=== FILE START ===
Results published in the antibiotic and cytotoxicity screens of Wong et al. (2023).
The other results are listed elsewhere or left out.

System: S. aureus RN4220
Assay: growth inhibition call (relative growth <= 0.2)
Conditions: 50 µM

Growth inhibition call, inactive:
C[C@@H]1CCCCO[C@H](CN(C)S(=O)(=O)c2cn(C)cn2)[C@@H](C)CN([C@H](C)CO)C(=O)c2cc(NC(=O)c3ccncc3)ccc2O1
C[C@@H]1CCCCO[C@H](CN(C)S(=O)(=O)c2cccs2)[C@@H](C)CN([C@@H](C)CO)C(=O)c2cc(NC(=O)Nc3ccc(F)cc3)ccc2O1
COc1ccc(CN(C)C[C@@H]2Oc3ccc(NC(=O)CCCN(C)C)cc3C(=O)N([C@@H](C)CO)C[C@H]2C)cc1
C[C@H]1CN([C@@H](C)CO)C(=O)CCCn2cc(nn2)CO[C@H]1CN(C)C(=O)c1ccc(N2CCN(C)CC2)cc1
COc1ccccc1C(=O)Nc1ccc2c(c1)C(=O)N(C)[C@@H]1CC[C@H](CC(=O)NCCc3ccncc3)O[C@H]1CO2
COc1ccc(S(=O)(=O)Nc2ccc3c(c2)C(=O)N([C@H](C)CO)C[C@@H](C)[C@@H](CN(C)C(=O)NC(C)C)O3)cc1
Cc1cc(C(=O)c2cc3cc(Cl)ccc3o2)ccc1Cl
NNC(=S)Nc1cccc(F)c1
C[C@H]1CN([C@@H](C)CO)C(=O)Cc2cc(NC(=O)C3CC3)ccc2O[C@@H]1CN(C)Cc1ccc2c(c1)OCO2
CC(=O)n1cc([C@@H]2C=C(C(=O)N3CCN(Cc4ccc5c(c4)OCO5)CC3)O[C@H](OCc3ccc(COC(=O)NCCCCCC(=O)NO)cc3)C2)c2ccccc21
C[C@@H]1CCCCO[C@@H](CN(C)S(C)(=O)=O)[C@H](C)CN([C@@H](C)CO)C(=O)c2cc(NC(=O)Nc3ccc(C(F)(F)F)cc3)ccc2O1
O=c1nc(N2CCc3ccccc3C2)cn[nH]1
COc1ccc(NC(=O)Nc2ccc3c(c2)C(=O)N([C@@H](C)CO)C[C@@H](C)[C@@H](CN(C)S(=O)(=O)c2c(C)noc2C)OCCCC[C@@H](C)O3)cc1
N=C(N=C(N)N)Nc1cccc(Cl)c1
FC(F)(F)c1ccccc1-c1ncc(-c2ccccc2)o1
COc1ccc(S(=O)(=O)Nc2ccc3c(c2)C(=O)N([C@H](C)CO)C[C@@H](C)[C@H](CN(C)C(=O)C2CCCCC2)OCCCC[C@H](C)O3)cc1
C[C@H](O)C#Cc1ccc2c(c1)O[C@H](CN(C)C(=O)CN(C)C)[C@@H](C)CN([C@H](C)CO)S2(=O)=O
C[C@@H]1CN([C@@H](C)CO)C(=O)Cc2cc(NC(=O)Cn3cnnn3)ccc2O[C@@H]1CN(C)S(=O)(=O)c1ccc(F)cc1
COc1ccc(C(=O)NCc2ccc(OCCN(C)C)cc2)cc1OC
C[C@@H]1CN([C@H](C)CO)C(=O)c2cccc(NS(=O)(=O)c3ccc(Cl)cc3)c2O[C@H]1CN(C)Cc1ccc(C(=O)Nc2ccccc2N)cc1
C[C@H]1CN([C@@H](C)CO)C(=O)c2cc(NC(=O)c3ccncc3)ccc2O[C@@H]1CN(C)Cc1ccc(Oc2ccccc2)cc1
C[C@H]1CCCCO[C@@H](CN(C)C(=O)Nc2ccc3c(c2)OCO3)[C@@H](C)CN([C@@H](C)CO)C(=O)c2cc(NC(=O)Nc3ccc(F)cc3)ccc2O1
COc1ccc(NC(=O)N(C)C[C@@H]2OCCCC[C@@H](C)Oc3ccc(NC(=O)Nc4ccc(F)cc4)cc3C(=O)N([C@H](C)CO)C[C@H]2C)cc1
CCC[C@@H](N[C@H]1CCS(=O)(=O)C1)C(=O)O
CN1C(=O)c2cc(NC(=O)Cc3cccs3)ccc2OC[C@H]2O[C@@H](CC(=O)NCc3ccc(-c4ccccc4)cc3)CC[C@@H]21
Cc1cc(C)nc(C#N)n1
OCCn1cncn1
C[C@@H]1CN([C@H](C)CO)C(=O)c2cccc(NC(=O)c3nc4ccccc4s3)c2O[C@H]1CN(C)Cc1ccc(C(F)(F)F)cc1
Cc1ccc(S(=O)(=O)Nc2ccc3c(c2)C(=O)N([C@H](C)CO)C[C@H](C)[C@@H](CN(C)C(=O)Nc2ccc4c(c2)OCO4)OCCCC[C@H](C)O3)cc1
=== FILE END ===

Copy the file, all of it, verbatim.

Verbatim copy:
Results published in the antibiotic and cytotoxicity screens of Wong et al. (2023).
The other results are listed elsewhere or left out.

System: S. aureus RN4220
Assay: growth inhibition call (relative growth <= 0.2)
Conditions: 50 µM

Growth inhibition call, inactive:
C[C@@H]1CCCCO[C@H](CN(C)S(=O)(=O)c2cn(C)cn2)[C@@H](C)CN([C@H](C)CO)C(=O)c2cc(NC(=O)c3ccncc3)ccc2O1
C[C@@H]1CCCCO[C@H](CN(C)S(=O)(=O)c2cccs2)[C@@H](C)CN([C@@H](C)CO)C(=O)c2cc(NC(=O)Nc3ccc(F)cc3)ccc2O1
COc1ccc(CN(C)C[C@@H]2Oc3ccc(NC(=O)CCCN(C)C)cc3C(=O)N([C@@H](C)CO)C[C@H]2C)cc1
C[C@H]1CN([C@@H](C)CO)C(=O)CCCn2cc(nn2)CO[C@H]1CN(C)C(=O)c1ccc(N2CCN(C)CC2)cc1
COc1ccccc1C(=O)Nc1ccc2c(c1)C(=O)N(C)[C@@H]1CC[C@H](CC(=O)NCCc3ccncc3)O[C@H]1CO2
COc1ccc(S(=O)(=O)Nc2ccc3c(c2)C(=O)N([C@H](C)CO)C[C@@H](C)[C@@H](CN(C)C(=O)NC(C)C)O3)cc1
Cc1cc(C(=O)c2cc3cc(Cl)ccc3o2)ccc1Cl
NNC(=S)Nc1cccc(F)c1
C[C@H]1CN([C@@H](C)CO)C(=O)Cc2cc(NC(=O)C3CC3)ccc2O[C@@H]1CN(C)Cc1ccc2c(c1)OCO2
CC(=O)n1cc([C@@H]2C=C(C(=O)N3CCN(Cc4ccc5c(c4)OCO5)CC3)O[C@H](OCc3ccc(COC(=O)NCCCCCC(=O)NO)cc3)C2)c2ccccc21
C[C@@H]1CCCCO[C@@H](CN(C)S(C)(=O)=O)[C@H](C)CN([C@@H](C)CO)C(=O)c2cc(NC(=O)Nc3ccc(C(F)(F)F)cc3)ccc2O1
O=c1nc(N2CCc3ccccc3C2)cn[nH]1
COc1ccc(NC(=O)Nc2ccc3c(c2)C(=O)N([C@@H](C)CO)C[C@@H](C)[C@@H](CN(C)S(=O)(=O)c2c(C)noc2C)OCCCC[C@@H](C)O3)cc1
N=C(N=C(N)N)Nc1cccc(Cl)c1
FC(F)(F)c1ccccc1-c1ncc(-c2ccccc2)o1
COc1ccc(S(=O)(=O)Nc2ccc3c(c2)C(=O)N([C@H](C)CO)C[C@@H](C)[C@H](CN(C)C(=O)C2CCCCC2)OCCCC[C@H](C)O3)cc1
C[C@H](O)C#Cc1ccc2c(c1)O[C@H](CN(C)C(=O)CN(C)C)[C@@H](C)CN([C@H](C)CO)S2(=O)=O
C[C@@H]1CN([C@@H](C)CO)C(=O)Cc2cc(NC(=O)Cn3cnnn3)ccc2O[C@@H]1CN(C)S(=O)(=O)c1ccc(F)cc1
COc1ccc(C(=O)NCc2ccc(OCCN(C)C)cc2)cc1OC
C[C@@H]1CN([C@H](C)CO)C(=O)c2cccc(NS(=O)(=O)c3ccc(Cl)cc3)c2O[C@H]1CN(C)Cc1ccc(C(=O)Nc2ccccc2N)cc1
C[C@H]1CN([C@@H](C)CO)C(=O)c2cc(NC(=O)c3ccncc3)ccc2O[C@@H]1CN(C)Cc1ccc(Oc2ccccc2)cc1
C[C@H]1CCCCO[C@@H](CN(C)C(=O)Nc2ccc3c(c2)OCO3)[C@@H](C)CN([C@@H](C)CO)C(=O)c2cc(NC(=O)Nc3ccc(F)cc3)ccc2O1
COc1ccc(NC(=O)N(C)C[C@@H]2OCCCC[C@@H](C)Oc3ccc(NC(=O)Nc4ccc(F)cc4)cc3C(=O)N([C@H](C)CO)C[C@H]2C)cc1
CCC[C@@H](N[C@H]1CCS(=O)(=O)C1)C(=O)O
CN1C(=O)c2cc(NC(=O)Cc3cccs3)ccc2OC[C@H]2O[C@@H](CC(=O)NCc3ccc(-c4ccccc4)cc3)CC[C@@H]21
Cc1cc(C)nc(C#N)n1
OCCn1cncn1
C[C@@H]1CN([C@H](C)CO)C(=O)c2cccc(NC(=O)c3nc4ccccc4s3)c2O[C@H]1CN(C)Cc1ccc(C(F)(F)F)cc1
Cc1ccc(S(=O)(=O)Nc2ccc3c(c2)C(=O)N([C@H](C)CO)C[C@H](C)[C@@H](CN(C)C(=O)Nc2ccc4c(c2)OCO4)OCCCC[C@H](C)O3)cc1